North West cities amongst the most improved in the UK
Cities in the North West including Manchester and Liverpool are amongst the most-improved in the UK for the second year running according to a new report.
The Demos-PwC Good Growth for Cities 2018 index named Preston as the most improved city, whilst Liverpool and Manchester also made the top 10.
The index ranked 42 cities in the UK across a range of factors linked to the quality of life, including pay, house prices, transport, work-life-balance and employment levels and prospects.
Preston recorded a higher index score and statistically-speaking is a better place to live than London, according to the report, boosted by improvements across health, transport and a reduction in the local unemployment rate from 6.5% four years ago to 3.1% last year.
Greater Manchester topped the list of the most improved Combined Authorities, spurred on by the number of new business start-ups calling the region home.
Other big improvement areas for Manchester as a city from 2015 to 2017 included jobs, skills and work-life-balance. The only negative factors were health and owner occupation which gave an overall improvement score according to the index of +0.31.
Liverpool recorded an overall index increase of +0.1, with big improvements in jobs, income distribution, work-life-balance and house price to earnings negated by negative index scores in areas including health, owner occupation and income.
Warrington and Wigan saw a similar increase as Manchester (+0.32) with big boosts in jobs, new businesses, owner occupation and income distribution. Once more though, health was a primary negative score.
The UK-wide view is a positive one with the average growth score increasing over the last ten years.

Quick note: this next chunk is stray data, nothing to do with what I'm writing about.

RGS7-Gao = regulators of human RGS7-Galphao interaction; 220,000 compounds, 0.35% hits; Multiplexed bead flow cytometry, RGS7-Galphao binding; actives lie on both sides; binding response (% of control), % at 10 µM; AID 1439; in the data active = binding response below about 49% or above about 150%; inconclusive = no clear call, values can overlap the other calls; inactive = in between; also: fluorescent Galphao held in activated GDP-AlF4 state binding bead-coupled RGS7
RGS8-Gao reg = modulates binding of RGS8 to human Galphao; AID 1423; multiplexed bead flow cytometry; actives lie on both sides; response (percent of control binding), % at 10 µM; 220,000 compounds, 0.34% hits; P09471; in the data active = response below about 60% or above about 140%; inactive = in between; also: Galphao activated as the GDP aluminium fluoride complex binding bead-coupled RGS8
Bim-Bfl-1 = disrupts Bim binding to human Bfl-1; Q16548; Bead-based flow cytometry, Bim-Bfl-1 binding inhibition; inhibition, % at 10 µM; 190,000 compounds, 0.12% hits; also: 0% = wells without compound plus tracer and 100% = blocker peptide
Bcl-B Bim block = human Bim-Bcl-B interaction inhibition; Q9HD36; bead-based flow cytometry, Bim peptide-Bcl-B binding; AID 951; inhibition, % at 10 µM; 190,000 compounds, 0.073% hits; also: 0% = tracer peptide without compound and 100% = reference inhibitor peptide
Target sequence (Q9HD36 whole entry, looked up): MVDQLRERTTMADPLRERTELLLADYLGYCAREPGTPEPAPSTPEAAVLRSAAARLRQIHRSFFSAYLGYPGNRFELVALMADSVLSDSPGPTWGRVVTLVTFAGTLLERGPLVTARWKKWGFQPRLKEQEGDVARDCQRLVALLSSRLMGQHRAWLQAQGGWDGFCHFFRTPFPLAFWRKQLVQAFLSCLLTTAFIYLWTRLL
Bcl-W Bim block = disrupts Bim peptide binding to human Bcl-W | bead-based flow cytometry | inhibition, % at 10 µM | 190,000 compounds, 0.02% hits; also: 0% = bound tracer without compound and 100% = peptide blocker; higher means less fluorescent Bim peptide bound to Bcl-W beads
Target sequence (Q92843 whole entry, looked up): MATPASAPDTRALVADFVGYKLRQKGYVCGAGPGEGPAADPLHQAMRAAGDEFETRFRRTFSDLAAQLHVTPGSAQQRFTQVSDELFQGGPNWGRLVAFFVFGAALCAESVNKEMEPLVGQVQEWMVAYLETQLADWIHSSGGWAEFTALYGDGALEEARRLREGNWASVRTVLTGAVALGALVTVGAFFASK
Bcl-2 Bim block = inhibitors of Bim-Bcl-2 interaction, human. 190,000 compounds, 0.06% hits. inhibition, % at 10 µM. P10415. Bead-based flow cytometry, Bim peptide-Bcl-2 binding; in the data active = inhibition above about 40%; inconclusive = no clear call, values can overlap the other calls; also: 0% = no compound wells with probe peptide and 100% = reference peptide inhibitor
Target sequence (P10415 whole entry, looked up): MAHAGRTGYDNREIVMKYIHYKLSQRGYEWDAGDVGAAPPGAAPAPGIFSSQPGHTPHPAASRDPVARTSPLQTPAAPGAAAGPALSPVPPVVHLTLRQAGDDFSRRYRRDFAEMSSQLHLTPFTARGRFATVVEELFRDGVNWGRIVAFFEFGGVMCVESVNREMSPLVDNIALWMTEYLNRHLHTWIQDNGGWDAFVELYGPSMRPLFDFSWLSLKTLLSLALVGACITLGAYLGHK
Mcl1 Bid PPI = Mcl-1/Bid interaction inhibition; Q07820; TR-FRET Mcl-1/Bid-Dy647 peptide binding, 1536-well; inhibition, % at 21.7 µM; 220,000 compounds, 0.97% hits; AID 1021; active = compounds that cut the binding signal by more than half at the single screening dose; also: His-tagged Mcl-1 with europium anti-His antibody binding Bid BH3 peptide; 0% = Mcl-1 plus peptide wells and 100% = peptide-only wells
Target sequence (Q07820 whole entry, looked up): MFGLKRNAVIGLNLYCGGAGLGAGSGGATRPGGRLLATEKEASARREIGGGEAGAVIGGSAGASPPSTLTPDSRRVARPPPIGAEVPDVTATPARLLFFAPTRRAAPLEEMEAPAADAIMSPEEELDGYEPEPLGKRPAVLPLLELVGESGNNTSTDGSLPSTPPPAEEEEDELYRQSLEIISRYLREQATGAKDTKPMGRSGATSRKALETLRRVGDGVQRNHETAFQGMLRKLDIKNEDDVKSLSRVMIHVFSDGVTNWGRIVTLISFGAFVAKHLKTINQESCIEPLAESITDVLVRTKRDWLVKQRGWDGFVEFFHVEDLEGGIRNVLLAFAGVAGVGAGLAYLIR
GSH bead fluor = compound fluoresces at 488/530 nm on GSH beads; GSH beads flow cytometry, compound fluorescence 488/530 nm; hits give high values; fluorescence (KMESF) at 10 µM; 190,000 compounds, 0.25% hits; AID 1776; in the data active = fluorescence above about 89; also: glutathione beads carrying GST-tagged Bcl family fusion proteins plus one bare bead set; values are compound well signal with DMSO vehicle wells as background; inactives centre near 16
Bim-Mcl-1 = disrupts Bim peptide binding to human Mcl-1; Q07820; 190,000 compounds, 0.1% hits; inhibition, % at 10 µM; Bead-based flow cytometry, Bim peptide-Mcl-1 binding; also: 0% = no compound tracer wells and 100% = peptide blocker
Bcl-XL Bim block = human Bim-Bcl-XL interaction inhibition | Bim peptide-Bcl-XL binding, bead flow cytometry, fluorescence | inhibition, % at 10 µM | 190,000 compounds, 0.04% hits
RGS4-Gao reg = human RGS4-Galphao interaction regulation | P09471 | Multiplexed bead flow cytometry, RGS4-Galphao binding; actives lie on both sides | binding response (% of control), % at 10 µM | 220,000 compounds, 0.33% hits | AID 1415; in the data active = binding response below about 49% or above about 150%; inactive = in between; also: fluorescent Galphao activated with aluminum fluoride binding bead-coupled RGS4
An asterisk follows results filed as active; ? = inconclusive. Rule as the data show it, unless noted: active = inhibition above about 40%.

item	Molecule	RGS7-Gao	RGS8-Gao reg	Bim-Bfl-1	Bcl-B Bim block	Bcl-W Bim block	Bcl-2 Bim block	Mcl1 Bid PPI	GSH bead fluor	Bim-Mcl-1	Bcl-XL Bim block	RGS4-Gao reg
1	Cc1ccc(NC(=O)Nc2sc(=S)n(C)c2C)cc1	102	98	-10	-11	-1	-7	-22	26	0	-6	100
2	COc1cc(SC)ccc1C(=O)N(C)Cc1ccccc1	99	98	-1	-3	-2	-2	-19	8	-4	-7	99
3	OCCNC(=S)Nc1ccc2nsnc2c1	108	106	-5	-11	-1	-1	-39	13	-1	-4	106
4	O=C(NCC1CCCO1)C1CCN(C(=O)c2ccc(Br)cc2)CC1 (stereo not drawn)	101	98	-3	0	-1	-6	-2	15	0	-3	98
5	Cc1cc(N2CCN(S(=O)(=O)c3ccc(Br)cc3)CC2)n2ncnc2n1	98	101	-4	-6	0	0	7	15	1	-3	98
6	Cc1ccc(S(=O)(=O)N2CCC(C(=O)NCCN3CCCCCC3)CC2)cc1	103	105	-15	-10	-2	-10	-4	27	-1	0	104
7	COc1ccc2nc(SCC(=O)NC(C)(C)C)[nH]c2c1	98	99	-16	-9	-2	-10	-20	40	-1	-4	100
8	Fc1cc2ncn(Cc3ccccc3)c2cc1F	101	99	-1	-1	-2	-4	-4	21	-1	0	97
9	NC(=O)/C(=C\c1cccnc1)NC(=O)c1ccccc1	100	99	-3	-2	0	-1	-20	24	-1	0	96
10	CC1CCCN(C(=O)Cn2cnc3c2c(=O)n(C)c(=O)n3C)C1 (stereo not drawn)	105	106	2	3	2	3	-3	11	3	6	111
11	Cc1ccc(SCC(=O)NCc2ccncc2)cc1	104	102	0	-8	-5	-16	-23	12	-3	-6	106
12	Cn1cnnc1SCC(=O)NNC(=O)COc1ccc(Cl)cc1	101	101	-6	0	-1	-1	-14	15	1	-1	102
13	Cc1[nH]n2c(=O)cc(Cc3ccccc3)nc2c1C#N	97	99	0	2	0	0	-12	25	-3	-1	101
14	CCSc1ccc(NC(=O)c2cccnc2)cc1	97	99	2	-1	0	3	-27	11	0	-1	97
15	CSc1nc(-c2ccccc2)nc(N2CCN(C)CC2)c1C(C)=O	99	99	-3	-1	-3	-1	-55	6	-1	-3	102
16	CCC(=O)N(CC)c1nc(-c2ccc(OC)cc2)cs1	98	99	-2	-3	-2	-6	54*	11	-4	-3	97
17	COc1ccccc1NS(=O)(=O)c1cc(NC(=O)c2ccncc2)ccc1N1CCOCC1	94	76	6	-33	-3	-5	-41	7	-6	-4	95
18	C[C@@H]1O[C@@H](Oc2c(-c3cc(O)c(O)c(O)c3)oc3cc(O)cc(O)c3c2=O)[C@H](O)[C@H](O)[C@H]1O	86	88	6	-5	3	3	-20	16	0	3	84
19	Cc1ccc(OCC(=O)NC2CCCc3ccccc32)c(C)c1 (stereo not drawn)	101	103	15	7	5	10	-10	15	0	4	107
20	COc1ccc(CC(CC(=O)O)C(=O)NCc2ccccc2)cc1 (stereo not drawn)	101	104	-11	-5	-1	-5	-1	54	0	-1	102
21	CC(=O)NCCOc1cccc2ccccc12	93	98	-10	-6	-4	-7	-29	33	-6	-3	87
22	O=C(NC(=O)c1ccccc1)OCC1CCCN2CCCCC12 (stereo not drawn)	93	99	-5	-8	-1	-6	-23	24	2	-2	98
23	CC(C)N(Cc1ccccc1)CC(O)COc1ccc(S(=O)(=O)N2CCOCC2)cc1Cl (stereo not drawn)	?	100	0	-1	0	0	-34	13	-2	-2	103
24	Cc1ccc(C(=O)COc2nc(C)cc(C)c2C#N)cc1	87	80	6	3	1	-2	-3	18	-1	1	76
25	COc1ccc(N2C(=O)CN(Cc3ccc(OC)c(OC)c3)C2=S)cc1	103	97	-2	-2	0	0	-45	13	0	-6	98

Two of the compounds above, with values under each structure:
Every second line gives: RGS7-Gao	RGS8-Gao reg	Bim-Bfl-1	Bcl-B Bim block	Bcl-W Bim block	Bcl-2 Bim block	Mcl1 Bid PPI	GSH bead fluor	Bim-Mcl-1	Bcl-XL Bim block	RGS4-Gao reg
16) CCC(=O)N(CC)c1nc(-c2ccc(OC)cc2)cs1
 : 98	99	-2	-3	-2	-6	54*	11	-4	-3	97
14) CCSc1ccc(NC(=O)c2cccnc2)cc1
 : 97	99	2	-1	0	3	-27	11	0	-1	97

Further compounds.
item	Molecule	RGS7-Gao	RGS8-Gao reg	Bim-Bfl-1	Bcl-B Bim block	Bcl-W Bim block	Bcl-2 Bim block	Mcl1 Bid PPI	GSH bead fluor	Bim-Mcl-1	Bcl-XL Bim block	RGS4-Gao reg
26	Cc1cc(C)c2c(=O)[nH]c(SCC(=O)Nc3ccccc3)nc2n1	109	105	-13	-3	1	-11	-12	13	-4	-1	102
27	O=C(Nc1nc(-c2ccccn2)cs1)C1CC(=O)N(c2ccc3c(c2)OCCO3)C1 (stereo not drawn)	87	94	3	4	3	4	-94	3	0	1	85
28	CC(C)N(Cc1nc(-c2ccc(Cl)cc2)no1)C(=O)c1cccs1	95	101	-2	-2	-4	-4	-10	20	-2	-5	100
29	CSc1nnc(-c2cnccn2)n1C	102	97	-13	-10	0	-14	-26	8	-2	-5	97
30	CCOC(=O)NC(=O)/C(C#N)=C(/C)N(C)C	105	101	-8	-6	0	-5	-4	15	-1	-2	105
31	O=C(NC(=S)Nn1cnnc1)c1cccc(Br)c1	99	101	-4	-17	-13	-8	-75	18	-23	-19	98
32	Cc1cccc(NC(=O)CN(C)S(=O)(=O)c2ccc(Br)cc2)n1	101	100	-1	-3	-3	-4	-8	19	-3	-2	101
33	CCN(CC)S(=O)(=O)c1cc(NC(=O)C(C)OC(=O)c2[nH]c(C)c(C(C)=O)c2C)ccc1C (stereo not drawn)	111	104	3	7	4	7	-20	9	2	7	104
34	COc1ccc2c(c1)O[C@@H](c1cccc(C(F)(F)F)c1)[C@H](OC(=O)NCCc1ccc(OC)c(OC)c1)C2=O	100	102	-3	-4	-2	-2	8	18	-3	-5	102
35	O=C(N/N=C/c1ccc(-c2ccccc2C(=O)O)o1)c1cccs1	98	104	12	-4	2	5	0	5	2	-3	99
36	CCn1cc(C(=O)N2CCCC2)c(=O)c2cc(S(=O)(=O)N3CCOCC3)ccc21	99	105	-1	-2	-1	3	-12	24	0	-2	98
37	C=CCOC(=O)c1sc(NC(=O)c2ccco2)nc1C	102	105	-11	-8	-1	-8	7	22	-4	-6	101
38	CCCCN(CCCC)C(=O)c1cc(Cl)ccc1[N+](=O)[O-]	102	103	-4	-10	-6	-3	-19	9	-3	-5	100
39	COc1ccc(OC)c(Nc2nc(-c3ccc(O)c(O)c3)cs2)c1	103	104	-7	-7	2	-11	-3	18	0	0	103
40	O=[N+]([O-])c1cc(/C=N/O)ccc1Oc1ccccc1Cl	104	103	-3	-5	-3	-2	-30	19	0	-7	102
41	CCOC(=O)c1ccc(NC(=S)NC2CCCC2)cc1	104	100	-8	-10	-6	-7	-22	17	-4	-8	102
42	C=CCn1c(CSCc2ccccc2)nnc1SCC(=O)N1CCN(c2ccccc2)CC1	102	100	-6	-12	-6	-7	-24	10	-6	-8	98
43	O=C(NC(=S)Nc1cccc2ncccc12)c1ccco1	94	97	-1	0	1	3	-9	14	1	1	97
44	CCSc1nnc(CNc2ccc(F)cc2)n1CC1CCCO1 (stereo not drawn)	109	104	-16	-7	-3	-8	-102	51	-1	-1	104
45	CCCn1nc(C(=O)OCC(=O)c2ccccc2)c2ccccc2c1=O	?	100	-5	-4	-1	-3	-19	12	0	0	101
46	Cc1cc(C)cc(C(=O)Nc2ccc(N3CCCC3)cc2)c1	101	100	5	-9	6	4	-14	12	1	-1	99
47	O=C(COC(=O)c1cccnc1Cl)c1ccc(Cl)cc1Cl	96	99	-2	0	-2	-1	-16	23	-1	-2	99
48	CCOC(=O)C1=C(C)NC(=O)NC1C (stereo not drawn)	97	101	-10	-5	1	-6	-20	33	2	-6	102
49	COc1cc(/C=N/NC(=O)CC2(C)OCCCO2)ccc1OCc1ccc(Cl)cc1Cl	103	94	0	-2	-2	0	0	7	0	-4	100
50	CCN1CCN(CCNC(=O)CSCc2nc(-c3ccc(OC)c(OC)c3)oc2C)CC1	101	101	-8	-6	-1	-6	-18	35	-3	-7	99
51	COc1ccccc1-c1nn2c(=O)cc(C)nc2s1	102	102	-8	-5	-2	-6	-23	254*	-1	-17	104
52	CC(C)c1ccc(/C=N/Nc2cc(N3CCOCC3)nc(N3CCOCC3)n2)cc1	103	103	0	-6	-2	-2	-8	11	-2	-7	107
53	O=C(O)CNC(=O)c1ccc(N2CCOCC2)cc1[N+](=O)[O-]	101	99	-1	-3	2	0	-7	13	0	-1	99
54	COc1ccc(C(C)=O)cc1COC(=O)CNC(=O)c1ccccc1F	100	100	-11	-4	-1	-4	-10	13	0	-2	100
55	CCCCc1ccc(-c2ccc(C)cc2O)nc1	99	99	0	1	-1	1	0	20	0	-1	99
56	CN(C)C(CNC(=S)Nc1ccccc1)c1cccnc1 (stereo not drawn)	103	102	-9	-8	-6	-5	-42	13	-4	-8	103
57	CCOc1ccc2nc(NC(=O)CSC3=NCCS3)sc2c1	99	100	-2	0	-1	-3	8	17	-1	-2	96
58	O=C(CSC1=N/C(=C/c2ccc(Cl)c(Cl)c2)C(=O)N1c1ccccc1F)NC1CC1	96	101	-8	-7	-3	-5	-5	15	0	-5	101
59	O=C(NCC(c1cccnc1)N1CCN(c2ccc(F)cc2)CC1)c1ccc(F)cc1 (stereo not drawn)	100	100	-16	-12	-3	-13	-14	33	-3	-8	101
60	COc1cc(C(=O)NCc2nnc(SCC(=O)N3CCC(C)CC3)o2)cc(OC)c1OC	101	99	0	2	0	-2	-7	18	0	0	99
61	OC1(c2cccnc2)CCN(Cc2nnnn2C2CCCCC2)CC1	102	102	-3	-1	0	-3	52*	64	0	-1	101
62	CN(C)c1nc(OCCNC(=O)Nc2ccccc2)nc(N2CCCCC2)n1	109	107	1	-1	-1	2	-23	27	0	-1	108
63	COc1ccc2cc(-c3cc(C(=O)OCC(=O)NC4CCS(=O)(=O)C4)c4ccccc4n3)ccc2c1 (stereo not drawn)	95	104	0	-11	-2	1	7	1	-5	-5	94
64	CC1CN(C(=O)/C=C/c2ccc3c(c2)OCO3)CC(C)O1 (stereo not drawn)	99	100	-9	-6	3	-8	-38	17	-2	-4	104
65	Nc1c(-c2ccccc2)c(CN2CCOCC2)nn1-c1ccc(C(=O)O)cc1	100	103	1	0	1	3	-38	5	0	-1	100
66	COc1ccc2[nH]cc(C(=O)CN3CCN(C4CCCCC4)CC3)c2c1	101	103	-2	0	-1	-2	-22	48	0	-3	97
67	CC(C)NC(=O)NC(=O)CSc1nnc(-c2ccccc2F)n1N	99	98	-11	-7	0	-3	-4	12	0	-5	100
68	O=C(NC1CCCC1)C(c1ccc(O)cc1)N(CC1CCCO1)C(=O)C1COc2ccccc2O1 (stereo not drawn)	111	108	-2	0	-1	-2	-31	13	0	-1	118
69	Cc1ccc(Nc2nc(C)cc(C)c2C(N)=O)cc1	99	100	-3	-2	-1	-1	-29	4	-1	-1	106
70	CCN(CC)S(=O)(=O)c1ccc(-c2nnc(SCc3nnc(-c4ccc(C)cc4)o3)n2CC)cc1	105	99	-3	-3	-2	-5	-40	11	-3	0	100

The chief economist at PwC, John Hawksworth commented that: “Almost all UK cities have seen improved good growth scores in recent years, driven primarily by cyclical falls in unemployment rates that have now rippled out from the South East of England to regions like the North East that were previously lagging behind.
“But the more interesting perspective is provided when we look at the whole decade from 2005-7 to 2015-17, which covers a whole economic cycle and therefore allows us to identify deeper structural trends.
“The good news here is that successive cohorts of young workers have higher average skill levels, which is pushing up index scores together with rising rates of new business creation in most cities.”
Housing supply the primary concern moving forward
According to Hawksworth, the primary issue moving forward for cities is the affordability of housing with both asking prices and asking rents reaching record levels this year.
“…But the flip side of this success has been worsening housing affordability and consequent falls in homeownership rates precisely for those young people who have invested in acquiring new skills.
“As they are pushed further from city centres to afford a place to buy, or even rent, average commuting times have also risen.
“Having largely recovered from the financial crisis, addressing the housing and infrastructure supply constraints that drive these negative trends will be key challenges for the next decade for both central and local government, looking beyond the immediate issues around Brexit.”